Why hasn't Bitcoin gone mainstream?

Issue #6

Harry Glynn

Bitcoin came into the world quietly but has since generated a lot of hype.

A promise of a global digital currency, not controlled by any bank or government.

That's still true, but for some reason, it hasn't gotten the traction that was initially hyped when launched over 10 years ago.

By some metrics, Bitcoin is an overwhelming success. Most people have heard of it, and it's price currently hovers around $10k USD.

However, it's a niche asset that hasn't gotten mainstream adoption outside of die-hard enthusiasts.

Why hasn't it gotten more traction?

While Bitcoin is undoubtedly a great achievement of technological innovation, it has some critical flaws.

The first is that it's hard to use. It's not that hard but you have to get people to overcome the learning curve.

The second is the network effects of money I alluded to in my last post. It's very hard to get people to accept a currency when others don't accept it.

But perhaps the 2 most important reasons are the volatility and the cost.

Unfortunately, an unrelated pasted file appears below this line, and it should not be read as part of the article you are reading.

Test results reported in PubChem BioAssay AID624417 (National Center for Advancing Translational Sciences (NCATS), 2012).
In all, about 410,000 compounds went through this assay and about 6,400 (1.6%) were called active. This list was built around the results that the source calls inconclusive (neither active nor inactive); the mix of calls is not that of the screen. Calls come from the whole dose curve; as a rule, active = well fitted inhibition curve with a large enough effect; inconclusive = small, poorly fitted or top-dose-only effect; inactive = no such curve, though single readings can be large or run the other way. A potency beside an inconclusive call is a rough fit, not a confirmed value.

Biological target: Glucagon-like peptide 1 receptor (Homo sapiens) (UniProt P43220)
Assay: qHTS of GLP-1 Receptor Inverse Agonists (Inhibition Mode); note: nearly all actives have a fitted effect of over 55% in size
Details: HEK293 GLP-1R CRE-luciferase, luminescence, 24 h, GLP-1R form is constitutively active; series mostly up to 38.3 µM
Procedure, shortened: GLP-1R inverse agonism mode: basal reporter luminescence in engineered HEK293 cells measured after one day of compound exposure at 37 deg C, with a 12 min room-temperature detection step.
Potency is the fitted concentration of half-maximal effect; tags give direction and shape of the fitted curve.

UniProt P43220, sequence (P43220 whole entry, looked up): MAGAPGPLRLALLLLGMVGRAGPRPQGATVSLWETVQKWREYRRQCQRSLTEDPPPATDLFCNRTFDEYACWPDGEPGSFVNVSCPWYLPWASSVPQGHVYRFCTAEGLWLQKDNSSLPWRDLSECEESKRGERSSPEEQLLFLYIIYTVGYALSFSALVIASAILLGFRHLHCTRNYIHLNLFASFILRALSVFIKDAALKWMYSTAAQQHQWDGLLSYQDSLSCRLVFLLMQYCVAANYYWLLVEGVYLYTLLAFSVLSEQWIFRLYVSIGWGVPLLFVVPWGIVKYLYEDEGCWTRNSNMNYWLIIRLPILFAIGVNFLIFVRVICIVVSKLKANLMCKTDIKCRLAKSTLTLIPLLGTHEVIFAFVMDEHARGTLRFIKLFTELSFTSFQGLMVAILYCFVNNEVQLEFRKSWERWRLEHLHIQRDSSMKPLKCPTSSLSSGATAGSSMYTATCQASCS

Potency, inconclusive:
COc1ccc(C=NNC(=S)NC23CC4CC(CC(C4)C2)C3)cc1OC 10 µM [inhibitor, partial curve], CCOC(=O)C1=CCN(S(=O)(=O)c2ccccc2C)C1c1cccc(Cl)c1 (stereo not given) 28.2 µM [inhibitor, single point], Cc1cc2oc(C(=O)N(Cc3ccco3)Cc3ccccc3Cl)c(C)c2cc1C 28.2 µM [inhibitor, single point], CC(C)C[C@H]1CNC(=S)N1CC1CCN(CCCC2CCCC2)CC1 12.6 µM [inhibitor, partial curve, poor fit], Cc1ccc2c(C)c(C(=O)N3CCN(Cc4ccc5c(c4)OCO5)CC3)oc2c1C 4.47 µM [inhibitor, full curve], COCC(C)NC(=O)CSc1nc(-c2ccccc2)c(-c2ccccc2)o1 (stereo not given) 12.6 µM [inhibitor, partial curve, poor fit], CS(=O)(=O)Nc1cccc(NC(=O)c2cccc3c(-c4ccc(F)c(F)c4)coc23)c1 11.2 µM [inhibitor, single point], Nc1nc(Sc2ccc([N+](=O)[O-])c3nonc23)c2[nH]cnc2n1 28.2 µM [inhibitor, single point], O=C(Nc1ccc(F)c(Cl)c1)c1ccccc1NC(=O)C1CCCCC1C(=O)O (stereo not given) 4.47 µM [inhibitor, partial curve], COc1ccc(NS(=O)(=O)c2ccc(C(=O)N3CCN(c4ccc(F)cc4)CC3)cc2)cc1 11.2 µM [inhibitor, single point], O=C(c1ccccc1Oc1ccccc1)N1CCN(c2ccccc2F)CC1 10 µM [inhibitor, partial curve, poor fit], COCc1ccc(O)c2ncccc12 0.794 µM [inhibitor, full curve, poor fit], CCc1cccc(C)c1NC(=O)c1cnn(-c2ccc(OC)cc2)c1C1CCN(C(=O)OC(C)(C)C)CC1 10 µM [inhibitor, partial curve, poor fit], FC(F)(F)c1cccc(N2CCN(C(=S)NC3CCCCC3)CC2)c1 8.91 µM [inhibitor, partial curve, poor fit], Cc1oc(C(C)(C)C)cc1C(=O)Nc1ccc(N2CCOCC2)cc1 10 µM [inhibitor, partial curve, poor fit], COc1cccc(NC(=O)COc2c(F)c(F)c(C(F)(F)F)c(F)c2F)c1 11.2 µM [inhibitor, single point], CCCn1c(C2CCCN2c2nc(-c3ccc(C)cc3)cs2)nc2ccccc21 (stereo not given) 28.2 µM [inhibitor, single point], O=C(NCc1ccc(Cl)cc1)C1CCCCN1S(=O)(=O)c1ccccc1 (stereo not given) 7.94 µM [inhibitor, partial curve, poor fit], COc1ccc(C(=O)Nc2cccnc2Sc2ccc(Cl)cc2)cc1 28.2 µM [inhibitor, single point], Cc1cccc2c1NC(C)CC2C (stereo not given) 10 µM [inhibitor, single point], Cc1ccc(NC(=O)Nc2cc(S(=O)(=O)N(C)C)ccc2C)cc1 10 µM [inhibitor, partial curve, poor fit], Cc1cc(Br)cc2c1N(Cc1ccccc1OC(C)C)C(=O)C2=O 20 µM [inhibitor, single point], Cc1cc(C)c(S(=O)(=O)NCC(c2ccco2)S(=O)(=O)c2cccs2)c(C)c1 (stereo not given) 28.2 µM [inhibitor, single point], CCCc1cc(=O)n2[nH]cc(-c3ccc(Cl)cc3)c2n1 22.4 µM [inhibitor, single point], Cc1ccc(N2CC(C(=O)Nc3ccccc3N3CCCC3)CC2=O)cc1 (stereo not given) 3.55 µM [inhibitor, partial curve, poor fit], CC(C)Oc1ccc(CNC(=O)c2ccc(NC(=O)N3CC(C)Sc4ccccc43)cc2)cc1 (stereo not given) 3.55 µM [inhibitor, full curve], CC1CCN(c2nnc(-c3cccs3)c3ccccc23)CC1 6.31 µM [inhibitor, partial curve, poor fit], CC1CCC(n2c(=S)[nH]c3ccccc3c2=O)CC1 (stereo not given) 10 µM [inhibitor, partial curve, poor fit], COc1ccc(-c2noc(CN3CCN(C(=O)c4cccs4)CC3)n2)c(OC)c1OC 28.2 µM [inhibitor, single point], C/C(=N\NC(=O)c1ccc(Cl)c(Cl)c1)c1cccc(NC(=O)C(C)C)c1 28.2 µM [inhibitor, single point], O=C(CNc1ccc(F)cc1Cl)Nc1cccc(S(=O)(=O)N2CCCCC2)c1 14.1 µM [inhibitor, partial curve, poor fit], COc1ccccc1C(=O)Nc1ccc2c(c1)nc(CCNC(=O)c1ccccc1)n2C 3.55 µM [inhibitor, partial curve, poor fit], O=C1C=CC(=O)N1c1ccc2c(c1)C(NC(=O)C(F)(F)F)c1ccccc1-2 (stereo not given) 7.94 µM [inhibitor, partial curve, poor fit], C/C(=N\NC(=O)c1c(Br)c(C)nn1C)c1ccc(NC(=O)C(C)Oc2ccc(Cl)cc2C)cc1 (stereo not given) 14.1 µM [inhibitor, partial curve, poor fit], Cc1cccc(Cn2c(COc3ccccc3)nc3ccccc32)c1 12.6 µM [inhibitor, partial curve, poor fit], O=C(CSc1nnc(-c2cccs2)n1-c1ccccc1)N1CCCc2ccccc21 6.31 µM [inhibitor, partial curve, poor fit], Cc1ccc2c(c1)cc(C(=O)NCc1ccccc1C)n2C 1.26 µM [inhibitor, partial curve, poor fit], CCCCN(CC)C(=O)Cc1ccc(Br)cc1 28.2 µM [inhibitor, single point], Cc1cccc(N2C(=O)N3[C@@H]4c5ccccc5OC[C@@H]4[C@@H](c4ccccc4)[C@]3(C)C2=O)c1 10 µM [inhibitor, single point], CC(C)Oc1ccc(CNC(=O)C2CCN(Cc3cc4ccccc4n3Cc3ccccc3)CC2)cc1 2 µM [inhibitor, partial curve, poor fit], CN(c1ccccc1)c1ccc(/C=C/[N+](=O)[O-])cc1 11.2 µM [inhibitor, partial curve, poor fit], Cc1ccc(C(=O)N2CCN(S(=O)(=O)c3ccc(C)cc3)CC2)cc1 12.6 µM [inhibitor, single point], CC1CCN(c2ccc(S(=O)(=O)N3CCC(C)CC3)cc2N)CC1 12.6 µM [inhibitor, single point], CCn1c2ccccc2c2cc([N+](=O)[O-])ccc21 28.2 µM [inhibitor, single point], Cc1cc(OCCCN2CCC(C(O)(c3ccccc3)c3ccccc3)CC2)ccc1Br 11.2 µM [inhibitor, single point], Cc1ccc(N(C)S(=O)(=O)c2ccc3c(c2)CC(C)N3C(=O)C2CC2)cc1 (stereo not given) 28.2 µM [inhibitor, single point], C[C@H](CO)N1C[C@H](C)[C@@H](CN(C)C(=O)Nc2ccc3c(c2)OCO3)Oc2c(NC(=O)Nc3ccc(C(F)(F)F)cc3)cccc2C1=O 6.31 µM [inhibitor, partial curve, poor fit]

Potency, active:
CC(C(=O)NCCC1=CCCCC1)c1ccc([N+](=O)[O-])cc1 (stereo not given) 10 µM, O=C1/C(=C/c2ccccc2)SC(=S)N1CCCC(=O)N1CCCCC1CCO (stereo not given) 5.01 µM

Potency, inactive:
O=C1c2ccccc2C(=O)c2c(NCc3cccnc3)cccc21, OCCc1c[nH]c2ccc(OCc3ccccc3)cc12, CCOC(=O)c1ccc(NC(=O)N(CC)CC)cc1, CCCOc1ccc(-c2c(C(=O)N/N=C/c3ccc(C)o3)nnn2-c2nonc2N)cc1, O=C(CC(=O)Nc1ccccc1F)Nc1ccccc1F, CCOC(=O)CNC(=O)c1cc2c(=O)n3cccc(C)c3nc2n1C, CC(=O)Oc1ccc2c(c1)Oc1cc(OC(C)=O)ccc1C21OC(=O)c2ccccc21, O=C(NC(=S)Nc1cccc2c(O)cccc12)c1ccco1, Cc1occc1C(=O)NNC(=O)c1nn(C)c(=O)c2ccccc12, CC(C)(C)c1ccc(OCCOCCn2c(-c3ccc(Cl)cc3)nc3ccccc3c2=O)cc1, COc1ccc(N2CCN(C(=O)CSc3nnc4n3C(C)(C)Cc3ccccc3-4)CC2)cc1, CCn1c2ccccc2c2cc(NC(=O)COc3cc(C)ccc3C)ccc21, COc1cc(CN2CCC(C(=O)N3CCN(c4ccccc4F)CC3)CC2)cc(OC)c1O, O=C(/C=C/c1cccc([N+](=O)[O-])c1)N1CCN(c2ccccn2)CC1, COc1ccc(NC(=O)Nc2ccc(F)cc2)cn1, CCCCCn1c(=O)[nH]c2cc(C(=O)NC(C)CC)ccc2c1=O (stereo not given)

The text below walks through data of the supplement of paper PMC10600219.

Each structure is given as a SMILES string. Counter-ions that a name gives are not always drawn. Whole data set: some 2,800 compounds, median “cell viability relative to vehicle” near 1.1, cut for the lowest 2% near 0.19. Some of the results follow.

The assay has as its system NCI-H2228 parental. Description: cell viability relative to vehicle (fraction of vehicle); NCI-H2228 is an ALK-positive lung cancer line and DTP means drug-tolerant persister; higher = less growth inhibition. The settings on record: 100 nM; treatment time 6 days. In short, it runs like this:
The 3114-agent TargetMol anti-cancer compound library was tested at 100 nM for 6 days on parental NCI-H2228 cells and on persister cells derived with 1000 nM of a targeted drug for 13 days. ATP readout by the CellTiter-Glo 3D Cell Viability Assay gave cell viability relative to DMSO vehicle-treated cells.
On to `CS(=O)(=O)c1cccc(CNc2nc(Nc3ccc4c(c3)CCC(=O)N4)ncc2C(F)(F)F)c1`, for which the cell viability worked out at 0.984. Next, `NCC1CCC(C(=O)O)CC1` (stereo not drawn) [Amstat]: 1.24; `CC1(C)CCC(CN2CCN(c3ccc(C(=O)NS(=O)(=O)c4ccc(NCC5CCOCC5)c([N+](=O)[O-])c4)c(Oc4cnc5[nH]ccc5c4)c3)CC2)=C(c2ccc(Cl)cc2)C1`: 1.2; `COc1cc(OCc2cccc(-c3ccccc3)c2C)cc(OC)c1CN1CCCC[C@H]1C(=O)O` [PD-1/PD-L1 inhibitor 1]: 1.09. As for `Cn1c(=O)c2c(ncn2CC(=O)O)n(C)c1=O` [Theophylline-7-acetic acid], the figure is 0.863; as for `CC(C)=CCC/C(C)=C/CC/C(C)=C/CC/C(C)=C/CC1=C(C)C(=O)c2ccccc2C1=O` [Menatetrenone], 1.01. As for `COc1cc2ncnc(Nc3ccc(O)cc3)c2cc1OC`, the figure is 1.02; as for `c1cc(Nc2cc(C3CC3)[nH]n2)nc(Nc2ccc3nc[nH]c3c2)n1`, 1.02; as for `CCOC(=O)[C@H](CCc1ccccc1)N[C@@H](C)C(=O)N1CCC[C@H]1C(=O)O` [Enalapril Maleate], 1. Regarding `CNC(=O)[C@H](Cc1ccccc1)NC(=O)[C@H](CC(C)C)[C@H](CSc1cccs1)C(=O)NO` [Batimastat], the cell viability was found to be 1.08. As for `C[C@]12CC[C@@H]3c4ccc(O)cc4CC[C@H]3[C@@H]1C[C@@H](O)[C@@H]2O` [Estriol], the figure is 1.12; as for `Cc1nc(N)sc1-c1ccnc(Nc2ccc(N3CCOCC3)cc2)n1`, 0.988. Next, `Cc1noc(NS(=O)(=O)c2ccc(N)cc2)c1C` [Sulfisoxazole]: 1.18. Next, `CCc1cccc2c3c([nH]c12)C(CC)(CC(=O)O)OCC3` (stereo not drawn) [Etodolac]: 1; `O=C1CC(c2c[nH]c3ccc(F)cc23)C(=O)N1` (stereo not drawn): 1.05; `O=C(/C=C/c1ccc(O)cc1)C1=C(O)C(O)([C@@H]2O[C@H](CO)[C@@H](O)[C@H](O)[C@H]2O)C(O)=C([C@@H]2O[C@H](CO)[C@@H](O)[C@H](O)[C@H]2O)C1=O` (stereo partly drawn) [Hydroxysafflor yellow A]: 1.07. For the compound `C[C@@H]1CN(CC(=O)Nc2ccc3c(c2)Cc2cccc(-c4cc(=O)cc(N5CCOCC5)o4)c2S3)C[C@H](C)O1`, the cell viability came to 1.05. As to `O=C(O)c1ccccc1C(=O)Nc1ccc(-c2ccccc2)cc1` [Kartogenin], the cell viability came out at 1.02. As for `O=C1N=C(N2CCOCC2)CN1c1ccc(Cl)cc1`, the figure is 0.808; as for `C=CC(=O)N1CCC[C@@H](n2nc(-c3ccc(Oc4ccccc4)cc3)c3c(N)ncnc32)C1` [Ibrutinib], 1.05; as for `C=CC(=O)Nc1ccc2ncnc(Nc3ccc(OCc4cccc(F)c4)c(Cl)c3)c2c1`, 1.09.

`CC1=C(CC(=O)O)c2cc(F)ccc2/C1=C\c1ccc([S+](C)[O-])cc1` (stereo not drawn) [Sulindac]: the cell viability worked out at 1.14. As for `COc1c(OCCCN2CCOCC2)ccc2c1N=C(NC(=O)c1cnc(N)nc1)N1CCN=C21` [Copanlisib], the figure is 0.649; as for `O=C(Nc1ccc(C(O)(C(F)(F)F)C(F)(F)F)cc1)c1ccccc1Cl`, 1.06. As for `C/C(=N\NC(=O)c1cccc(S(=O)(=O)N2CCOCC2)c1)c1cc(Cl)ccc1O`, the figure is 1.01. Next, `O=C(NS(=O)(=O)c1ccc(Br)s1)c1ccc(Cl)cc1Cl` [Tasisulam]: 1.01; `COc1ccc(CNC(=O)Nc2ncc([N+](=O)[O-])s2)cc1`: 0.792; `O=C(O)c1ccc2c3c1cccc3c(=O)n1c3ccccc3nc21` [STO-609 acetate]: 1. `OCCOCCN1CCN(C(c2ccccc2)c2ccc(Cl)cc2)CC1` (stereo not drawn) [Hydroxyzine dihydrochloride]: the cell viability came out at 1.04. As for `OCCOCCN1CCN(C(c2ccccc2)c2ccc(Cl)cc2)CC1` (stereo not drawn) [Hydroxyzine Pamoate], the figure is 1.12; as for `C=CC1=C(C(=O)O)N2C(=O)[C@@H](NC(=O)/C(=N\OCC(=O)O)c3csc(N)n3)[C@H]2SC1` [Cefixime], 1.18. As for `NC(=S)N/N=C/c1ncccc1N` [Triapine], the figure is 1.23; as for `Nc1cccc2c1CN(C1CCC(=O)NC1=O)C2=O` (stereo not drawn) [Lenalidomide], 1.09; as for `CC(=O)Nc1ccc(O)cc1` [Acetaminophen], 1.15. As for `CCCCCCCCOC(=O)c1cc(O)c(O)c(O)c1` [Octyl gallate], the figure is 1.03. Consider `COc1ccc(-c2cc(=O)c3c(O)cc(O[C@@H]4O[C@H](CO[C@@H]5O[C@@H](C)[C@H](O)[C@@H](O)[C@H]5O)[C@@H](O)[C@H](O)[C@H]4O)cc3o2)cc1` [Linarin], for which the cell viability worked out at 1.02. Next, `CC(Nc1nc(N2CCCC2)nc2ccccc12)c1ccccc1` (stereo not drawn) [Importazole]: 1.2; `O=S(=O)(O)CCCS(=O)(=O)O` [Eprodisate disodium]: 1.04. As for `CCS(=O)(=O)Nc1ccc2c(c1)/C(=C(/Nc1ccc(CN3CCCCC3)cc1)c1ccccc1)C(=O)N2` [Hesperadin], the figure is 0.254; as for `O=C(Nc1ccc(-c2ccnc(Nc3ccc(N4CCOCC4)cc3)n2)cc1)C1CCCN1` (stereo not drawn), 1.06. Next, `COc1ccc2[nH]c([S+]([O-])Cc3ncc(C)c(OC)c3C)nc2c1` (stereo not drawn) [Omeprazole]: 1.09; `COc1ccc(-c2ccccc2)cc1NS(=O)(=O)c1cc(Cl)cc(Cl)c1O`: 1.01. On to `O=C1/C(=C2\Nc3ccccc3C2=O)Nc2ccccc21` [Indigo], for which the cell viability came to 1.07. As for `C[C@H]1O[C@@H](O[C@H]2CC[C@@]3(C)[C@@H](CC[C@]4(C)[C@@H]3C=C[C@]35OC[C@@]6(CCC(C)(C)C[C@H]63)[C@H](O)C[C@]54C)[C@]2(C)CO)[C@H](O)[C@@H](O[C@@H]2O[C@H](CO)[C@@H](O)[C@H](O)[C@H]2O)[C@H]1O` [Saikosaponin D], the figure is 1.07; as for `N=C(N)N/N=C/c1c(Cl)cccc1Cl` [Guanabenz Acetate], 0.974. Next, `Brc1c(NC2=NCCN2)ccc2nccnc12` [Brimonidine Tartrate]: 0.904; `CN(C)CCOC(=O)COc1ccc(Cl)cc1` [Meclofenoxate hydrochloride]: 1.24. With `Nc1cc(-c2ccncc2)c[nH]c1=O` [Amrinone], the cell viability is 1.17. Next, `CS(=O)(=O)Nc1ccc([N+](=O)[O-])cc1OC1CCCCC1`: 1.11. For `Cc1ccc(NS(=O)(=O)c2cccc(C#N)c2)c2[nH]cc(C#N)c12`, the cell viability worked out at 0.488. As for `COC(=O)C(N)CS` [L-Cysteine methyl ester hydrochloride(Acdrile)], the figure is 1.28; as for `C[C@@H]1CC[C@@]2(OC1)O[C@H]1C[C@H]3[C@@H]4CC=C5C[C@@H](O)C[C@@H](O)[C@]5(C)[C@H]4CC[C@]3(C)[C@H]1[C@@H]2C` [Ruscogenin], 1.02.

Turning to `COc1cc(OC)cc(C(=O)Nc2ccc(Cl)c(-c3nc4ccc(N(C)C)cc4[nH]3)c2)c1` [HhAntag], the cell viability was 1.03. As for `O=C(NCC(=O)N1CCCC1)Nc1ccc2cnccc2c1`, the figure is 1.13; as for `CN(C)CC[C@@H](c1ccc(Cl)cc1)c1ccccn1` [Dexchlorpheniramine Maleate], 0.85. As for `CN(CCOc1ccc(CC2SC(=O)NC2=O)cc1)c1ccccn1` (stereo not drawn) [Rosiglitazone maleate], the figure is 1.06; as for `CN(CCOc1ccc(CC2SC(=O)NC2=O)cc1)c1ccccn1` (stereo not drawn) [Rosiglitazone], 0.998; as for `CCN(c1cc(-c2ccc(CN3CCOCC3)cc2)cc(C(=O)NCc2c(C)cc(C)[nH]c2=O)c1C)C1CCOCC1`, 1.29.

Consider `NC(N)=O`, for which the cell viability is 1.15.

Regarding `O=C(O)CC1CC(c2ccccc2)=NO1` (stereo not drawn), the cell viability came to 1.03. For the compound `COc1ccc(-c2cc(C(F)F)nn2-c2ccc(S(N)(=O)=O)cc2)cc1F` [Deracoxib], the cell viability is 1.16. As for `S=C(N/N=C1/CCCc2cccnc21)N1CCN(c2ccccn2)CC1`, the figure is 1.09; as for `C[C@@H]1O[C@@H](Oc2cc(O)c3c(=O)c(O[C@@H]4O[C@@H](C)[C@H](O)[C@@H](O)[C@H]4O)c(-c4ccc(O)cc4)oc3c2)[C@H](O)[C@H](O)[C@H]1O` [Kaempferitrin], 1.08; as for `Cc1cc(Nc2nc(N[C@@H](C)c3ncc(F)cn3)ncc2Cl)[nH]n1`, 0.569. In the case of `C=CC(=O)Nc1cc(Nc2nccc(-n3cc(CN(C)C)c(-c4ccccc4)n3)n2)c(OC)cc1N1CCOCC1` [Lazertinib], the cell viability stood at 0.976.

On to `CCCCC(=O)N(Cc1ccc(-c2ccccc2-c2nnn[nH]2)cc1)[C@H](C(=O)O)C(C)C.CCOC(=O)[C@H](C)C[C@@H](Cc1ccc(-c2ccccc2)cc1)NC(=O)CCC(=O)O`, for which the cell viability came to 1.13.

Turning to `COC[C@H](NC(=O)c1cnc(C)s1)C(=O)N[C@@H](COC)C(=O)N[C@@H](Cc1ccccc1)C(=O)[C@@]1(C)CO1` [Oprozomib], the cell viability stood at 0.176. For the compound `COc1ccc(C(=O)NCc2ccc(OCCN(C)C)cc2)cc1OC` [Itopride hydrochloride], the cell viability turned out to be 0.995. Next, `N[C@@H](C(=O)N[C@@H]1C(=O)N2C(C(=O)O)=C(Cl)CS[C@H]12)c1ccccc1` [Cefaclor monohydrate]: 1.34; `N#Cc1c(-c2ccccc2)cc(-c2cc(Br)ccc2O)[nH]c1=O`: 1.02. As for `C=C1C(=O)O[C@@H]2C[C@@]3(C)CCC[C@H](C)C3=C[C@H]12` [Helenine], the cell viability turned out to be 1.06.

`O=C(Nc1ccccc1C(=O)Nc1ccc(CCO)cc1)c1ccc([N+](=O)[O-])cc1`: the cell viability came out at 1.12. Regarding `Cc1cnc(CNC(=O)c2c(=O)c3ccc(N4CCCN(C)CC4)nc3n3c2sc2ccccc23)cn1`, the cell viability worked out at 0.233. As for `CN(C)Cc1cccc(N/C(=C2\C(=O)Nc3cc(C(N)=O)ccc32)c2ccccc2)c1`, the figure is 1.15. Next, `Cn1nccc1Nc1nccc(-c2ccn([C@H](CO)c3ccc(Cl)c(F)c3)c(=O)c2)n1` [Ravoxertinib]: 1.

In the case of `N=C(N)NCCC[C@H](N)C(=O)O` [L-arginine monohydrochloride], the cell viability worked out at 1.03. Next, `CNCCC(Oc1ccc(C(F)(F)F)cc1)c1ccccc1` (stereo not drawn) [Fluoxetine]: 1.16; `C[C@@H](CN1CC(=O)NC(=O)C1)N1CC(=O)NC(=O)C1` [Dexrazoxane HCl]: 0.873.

Bitcoin is an incredibly volatile asset. It makes very little sense for anyone to accept it when the value could go up or down within the hour.

The other is that at scale, transacting with Bitcoin is very expensive. Because the number of transactions it can process is extremely limited, people need to outbid each other for their transactions to be included. The more people wanting to transact, the more expensive transactions become.

High cost and high volatility are enough to make Bitcoin impractical for day to day use.

Bitcoin proponents recognized this and have moved away from trying to be a type of currency, to something more like a digital gold.

It remains to be seen if a digital gold is something mainstream society finds useful.